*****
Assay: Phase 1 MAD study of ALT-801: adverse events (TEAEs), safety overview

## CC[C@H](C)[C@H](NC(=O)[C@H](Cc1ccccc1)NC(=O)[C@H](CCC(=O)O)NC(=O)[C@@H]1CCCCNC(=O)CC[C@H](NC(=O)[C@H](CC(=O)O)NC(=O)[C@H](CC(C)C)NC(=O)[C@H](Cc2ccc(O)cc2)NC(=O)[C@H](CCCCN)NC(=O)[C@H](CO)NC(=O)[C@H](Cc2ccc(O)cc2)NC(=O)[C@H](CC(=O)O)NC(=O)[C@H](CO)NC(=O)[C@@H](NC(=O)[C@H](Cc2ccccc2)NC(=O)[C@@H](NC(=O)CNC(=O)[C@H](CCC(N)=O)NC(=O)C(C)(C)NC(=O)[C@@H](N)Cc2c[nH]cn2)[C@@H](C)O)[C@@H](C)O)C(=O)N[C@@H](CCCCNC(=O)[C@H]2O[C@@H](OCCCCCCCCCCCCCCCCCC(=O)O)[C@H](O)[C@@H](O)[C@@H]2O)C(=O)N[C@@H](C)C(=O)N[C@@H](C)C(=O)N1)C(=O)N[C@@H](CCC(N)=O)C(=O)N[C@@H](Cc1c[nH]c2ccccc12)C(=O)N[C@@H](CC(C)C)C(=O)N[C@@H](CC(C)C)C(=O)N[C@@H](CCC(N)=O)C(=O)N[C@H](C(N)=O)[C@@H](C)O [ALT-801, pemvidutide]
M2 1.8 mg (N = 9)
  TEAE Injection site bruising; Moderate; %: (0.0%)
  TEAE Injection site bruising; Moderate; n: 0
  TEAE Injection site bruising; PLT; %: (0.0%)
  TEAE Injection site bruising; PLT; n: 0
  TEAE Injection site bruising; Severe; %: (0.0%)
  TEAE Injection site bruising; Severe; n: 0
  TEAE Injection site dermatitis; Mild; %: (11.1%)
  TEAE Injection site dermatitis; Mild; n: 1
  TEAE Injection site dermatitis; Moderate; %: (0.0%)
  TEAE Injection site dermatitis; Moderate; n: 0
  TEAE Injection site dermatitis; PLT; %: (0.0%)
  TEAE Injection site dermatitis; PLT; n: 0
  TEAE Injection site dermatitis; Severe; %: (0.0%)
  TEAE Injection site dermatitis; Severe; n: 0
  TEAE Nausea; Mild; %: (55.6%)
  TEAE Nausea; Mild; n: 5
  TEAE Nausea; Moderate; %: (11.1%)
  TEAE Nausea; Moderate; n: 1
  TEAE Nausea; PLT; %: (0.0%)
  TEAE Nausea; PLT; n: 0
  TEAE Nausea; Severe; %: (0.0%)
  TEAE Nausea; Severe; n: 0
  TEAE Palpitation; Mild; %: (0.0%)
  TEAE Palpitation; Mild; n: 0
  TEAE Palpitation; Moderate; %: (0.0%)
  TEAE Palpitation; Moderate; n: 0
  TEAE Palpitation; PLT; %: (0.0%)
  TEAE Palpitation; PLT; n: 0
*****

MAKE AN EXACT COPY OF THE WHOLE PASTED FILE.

Assay: Phase 1 MAD study of ALT-801: adverse events (TEAEs), safety overview

## CC[C@H](C)[C@H](NC(=O)[C@H](Cc1ccccc1)NC(=O)[C@H](CCC(=O)O)NC(=O)[C@@H]1CCCCNC(=O)CC[C@H](NC(=O)[C@H](CC(=O)O)NC(=O)[C@H](CC(C)C)NC(=O)[C@H](Cc2ccc(O)cc2)NC(=O)[C@H](CCCCN)NC(=O)[C@H](CO)NC(=O)[C@H](Cc2ccc(O)cc2)NC(=O)[C@H](CC(=O)O)NC(=O)[C@H](CO)NC(=O)[C@@H](NC(=O)[C@H](Cc2ccccc2)NC(=O)[C@@H](NC(=O)CNC(=O)[C@H](CCC(N)=O)NC(=O)C(C)(C)NC(=O)[C@@H](N)Cc2c[nH]cn2)[C@@H](C)O)[C@@H](C)O)C(=O)N[C@@H](CCCCNC(=O)[C@H]2O[C@@H](OCCCCCCCCCCCCCCCCCC(=O)O)[C@H](O)[C@@H](O)[C@@H]2O)C(=O)N[C@@H](C)C(=O)N[C@@H](C)C(=O)N1)C(=O)N[C@@H](CCC(N)=O)C(=O)N[C@@H](Cc1c[nH]c2ccccc12)C(=O)N[C@@H](CC(C)C)C(=O)N[C@@H](CC(C)C)C(=O)N[C@@H](CCC(N)=O)C(=O)N[C@H](C(N)=O)[C@@H](C)O [ALT-801, pemvidutide]
M2 1.8 mg (N = 9)
  TEAE Injection site bruising; Moderate; %: (0.0%)
  TEAE Injection site bruising; Moderate; n: 0
  TEAE Injection site bruising; PLT; %: (0.0%)
  TEAE Injection site bruising; PLT; n: 0
  TEAE Injection site bruising; Severe; %: (0.0%)
  TEAE Injection site bruising; Severe; n: 0
  TEAE Injection site dermatitis; Mild; %: (11.1%)
  TEAE Injection site dermatitis; Mild; n: 1
  TEAE Injection site dermatitis; Moderate; %: (0.0%)
  TEAE Injection site dermatitis; Moderate; n: 0
  TEAE Injection site dermatitis; PLT; %: (0.0%)
  TEAE Injection site dermatitis; PLT; n: 0
  TEAE Injection site dermatitis; Severe; %: (0.0%)
  TEAE Injection site dermatitis; Severe; n: 0
  TEAE Nausea; Mild; %: (55.6%)
  TEAE Nausea; Mild; n: 5
  TEAE Nausea; Moderate; %: (11.1%)
  TEAE Nausea; Moderate; n: 1
  TEAE Nausea; PLT; %: (0.0%)
  TEAE Nausea; PLT; n: 0
  TEAE Nausea; Severe; %: (0.0%)
  TEAE Nausea; Severe; n: 0
  TEAE Palpitation; Mild; %: (0.0%)
  TEAE Palpitation; Mild; n: 0
  TEAE Palpitation; Moderate; %: (0.0%)
  TEAE Palpitation; Moderate; n: 0
  TEAE Palpitation; PLT; %: (0.0%)
  TEAE Palpitation; PLT; n: 0